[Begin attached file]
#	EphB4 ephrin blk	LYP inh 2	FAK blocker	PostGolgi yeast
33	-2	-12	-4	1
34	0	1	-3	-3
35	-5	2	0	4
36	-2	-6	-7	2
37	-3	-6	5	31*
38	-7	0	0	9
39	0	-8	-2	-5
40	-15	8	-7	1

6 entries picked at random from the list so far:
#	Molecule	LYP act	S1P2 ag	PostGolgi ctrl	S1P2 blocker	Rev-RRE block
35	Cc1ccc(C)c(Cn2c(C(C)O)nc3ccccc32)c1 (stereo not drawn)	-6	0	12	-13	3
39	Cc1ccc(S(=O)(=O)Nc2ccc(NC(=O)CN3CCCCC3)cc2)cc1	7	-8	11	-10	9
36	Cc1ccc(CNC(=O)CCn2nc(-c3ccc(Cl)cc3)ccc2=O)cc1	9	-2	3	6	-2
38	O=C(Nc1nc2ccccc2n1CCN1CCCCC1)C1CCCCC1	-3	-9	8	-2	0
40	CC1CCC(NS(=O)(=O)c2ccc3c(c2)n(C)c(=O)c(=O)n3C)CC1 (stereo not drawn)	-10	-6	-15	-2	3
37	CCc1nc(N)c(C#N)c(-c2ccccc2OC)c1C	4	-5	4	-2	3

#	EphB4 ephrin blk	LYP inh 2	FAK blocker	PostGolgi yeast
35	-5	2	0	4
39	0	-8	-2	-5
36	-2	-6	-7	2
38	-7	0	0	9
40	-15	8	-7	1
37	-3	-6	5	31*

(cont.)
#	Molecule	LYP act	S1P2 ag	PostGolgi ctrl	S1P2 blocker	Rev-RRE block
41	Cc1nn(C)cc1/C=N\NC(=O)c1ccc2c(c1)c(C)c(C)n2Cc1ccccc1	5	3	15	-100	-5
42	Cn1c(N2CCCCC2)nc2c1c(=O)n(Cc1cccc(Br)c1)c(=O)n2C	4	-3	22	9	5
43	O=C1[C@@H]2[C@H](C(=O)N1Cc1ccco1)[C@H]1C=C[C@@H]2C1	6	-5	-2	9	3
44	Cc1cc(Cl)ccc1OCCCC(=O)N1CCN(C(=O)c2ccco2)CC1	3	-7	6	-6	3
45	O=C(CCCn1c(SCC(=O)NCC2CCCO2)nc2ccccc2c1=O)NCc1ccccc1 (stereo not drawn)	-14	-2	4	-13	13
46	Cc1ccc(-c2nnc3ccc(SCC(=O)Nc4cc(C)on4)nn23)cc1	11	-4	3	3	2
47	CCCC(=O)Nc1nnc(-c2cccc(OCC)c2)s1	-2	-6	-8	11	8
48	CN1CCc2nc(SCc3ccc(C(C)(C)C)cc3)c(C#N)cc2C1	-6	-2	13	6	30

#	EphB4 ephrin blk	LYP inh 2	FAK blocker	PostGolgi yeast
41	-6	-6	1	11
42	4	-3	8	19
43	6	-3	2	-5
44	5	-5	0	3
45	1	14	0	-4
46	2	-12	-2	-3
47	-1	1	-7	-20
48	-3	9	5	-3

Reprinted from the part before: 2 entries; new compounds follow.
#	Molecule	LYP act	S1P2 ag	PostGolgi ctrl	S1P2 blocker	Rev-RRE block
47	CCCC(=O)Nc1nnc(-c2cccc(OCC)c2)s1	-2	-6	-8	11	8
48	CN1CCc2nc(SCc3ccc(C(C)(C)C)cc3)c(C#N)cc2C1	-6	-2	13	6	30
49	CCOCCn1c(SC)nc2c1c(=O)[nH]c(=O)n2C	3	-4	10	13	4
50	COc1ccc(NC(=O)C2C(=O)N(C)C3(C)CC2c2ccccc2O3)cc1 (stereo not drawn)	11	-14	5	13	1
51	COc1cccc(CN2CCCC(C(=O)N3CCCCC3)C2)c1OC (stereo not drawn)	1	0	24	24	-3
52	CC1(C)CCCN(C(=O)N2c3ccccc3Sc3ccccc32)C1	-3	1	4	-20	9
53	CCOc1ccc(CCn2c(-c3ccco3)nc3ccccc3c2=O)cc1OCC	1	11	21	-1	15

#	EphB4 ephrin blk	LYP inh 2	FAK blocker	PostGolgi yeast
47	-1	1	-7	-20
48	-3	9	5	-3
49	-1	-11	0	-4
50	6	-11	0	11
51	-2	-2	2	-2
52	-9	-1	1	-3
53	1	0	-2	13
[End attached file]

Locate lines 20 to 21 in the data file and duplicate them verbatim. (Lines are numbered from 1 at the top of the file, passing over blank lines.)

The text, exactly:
39	0	-8	-2	-5
36	-2	-6	-7	2